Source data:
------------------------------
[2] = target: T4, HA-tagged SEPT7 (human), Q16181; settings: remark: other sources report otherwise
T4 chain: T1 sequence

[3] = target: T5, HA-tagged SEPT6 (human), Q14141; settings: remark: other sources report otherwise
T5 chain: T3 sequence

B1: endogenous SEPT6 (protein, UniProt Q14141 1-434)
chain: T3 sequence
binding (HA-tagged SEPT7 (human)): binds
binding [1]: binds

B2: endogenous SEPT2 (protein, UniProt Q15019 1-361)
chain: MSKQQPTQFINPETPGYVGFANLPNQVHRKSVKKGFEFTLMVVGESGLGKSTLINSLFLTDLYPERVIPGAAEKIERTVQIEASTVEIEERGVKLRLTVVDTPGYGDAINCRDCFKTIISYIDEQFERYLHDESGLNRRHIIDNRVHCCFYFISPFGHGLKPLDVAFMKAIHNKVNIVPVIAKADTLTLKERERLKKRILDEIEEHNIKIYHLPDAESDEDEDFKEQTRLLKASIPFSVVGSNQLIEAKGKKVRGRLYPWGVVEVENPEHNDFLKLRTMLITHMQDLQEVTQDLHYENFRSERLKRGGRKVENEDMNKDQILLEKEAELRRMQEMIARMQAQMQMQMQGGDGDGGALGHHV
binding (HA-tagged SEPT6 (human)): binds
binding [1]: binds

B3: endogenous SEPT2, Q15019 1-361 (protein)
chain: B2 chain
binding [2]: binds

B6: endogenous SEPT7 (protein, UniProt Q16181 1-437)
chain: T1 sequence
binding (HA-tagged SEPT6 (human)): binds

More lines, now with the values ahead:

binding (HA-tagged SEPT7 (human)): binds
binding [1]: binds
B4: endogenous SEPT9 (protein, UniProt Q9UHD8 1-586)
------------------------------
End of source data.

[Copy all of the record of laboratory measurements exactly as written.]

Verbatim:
[2] = target: T4, HA-tagged SEPT7 (human), Q16181; settings: remark: other sources report otherwise
T4 chain: T1 sequence

[3] = target: T5, HA-tagged SEPT6 (human), Q14141; settings: remark: other sources report otherwise
T5 chain: T3 sequence

B1: endogenous SEPT6 (protein, UniProt Q14141 1-434)
chain: T3 sequence
binding (HA-tagged SEPT7 (human)): binds
binding [1]: binds

B2: endogenous SEPT2 (protein, UniProt Q15019 1-361)
chain: MSKQQPTQFINPETPGYVGFANLPNQVHRKSVKKGFEFTLMVVGESGLGKSTLINSLFLTDLYPERVIPGAAEKIERTVQIEASTVEIEERGVKLRLTVVDTPGYGDAINCRDCFKTIISYIDEQFERYLHDESGLNRRHIIDNRVHCCFYFISPFGHGLKPLDVAFMKAIHNKVNIVPVIAKADTLTLKERERLKKRILDEIEEHNIKIYHLPDAESDEDEDFKEQTRLLKASIPFSVVGSNQLIEAKGKKVRGRLYPWGVVEVENPEHNDFLKLRTMLITHMQDLQEVTQDLHYENFRSERLKRGGRKVENEDMNKDQILLEKEAELRRMQEMIARMQAQMQMQMQGGDGDGGALGHHV
binding (HA-tagged SEPT6 (human)): binds
binding [1]: binds

B3: endogenous SEPT2, Q15019 1-361 (protein)
chain: B2 chain
binding [2]: binds

B6: endogenous SEPT7 (protein, UniProt Q16181 1-437)
chain: T1 sequence
binding (HA-tagged SEPT6 (human)): binds

More lines, now with the values ahead:

binding (HA-tagged SEPT7 (human)): binds
binding [1]: binds
B4: endogenous SEPT9 (protein, UniProt Q9UHD8 1-586)